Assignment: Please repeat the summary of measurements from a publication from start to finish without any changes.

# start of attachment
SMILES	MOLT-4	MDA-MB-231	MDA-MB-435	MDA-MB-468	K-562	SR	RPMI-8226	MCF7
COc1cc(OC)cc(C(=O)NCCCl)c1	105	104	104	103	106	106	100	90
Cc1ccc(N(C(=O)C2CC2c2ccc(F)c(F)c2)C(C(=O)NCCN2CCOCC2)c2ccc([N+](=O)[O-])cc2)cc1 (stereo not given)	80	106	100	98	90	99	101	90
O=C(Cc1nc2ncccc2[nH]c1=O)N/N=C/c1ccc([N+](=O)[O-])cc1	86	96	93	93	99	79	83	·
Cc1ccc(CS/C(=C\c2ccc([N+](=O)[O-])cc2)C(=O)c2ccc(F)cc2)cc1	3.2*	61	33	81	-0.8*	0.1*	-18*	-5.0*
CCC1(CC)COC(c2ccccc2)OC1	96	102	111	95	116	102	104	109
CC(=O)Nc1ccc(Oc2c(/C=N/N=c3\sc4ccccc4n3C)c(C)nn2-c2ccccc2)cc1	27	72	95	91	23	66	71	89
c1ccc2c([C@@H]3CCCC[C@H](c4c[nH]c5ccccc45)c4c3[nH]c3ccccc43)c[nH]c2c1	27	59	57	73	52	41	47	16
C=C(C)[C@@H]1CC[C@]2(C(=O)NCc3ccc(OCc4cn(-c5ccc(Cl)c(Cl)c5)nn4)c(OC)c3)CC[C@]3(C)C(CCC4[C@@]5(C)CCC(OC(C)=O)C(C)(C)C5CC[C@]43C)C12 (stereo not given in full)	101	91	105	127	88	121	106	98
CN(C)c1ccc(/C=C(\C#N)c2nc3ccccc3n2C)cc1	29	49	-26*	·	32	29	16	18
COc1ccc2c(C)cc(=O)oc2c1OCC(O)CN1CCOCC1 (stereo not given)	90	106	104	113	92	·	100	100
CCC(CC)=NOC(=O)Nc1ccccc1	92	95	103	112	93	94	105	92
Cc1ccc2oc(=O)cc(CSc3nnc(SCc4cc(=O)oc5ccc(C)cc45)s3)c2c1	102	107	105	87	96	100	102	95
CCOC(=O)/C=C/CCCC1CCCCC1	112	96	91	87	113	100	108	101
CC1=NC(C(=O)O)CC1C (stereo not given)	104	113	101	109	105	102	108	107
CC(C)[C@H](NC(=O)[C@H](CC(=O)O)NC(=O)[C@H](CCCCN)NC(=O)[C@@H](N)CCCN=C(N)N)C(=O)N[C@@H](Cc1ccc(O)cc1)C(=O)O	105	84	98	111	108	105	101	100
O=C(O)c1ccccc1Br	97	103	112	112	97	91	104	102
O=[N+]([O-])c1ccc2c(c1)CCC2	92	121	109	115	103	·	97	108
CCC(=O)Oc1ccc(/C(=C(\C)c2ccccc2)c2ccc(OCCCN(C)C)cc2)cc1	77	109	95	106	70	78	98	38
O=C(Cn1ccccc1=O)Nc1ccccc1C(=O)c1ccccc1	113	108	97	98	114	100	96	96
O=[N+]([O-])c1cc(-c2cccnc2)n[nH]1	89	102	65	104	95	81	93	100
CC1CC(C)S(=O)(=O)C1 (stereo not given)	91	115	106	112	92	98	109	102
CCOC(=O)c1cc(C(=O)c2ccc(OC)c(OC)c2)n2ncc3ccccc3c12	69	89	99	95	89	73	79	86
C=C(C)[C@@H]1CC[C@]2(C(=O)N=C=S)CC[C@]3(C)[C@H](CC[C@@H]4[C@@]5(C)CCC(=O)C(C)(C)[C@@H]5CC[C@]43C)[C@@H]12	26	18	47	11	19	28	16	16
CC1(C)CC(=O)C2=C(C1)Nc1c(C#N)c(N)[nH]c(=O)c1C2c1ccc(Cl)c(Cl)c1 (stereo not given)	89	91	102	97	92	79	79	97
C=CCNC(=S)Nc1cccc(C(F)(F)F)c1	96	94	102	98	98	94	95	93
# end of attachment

SMILES	MOLT-4	MDA-MB-231	MDA-MB-435	MDA-MB-468	K-562	SR	RPMI-8226	MCF7
COc1cc(OC)cc(C(=O)NCCCl)c1	105	104	104	103	106	106	100	90
Cc1ccc(N(C(=O)C2CC2c2ccc(F)c(F)c2)C(C(=O)NCCN2CCOCC2)c2ccc([N+](=O)[O-])cc2)cc1 (stereo not given)	80	106	100	98	90	99	101	90
O=C(Cc1nc2ncccc2[nH]c1=O)N/N=C/c1ccc([N+](=O)[O-])cc1	86	96	93	93	99	79	83	·
Cc1ccc(CS/C(=C\c2ccc([N+](=O)[O-])cc2)C(=O)c2ccc(F)cc2)cc1	3.2*	61	33	81	-0.8*	0.1*	-18*	-5.0*
CCC1(CC)COC(c2ccccc2)OC1	96	102	111	95	116	102	104	109
CC(=O)Nc1ccc(Oc2c(/C=N/N=c3\sc4ccccc4n3C)c(C)nn2-c2ccccc2)cc1	27	72	95	91	23	66	71	89
c1ccc2c([C@@H]3CCCC[C@H](c4c[nH]c5ccccc45)c4c3[nH]c3ccccc43)c[nH]c2c1	27	59	57	73	52	41	47	16
C=C(C)[C@@H]1CC[C@]2(C(=O)NCc3ccc(OCc4cn(-c5ccc(Cl)c(Cl)c5)nn4)c(OC)c3)CC[C@]3(C)C(CCC4[C@@]5(C)CCC(OC(C)=O)C(C)(C)C5CC[C@]43C)C12 (stereo not given in full)	101	91	105	127	88	121	106	98
CN(C)c1ccc(/C=C(\C#N)c2nc3ccccc3n2C)cc1	29	49	-26*	·	32	29	16	18
COc1ccc2c(C)cc(=O)oc2c1OCC(O)CN1CCOCC1 (stereo not given)	90	106	104	113	92	·	100	100
CCC(CC)=NOC(=O)Nc1ccccc1	92	95	103	112	93	94	105	92
Cc1ccc2oc(=O)cc(CSc3nnc(SCc4cc(=O)oc5ccc(C)cc45)s3)c2c1	102	107	105	87	96	100	102	95
CCOC(=O)/C=C/CCCC1CCCCC1	112	96	91	87	113	100	108	101
CC1=NC(C(=O)O)CC1C (stereo not given)	104	113	101	109	105	102	108	107
CC(C)[C@H](NC(=O)[C@H](CC(=O)O)NC(=O)[C@H](CCCCN)NC(=O)[C@@H](N)CCCN=C(N)N)C(=O)N[C@@H](Cc1ccc(O)cc1)C(=O)O	105	84	98	111	108	105	101	100
O=C(O)c1ccccc1Br	97	103	112	112	97	91	104	102
O=[N+]([O-])c1ccc2c(c1)CCC2	92	121	109	115	103	·	97	108
CCC(=O)Oc1ccc(/C(=C(\C)c2ccccc2)c2ccc(OCCCN(C)C)cc2)cc1	77	109	95	106	70	78	98	38
O=C(Cn1ccccc1=O)Nc1ccccc1C(=O)c1ccccc1	113	108	97	98	114	100	96	96
O=[N+]([O-])c1cc(-c2cccnc2)n[nH]1	89	102	65	104	95	81	93	100
CC1CC(C)S(=O)(=O)C1 (stereo not given)	91	115	106	112	92	98	109	102
CCOC(=O)c1cc(C(=O)c2ccc(OC)c(OC)c2)n2ncc3ccccc3c12	69	89	99	95	89	73	79	86
C=C(C)[C@@H]1CC[C@]2(C(=O)N=C=S)CC[C@]3(C)[C@H](CC[C@@H]4[C@@]5(C)CCC(=O)C(C)(C)[C@@H]5CC[C@]43C)[C@@H]12	26	18	47	11	19	28	16	16
CC1(C)CC(=O)C2=C(C1)Nc1c(C#N)c(N)[nH]c(=O)c1C2c1ccc(Cl)c(Cl)c1 (stereo not given)	89	91	102	97	92	79	79	97
C=CCNC(=S)Nc1cccc(C(F)(F)F)c1	96	94	102	98	98	94	95	93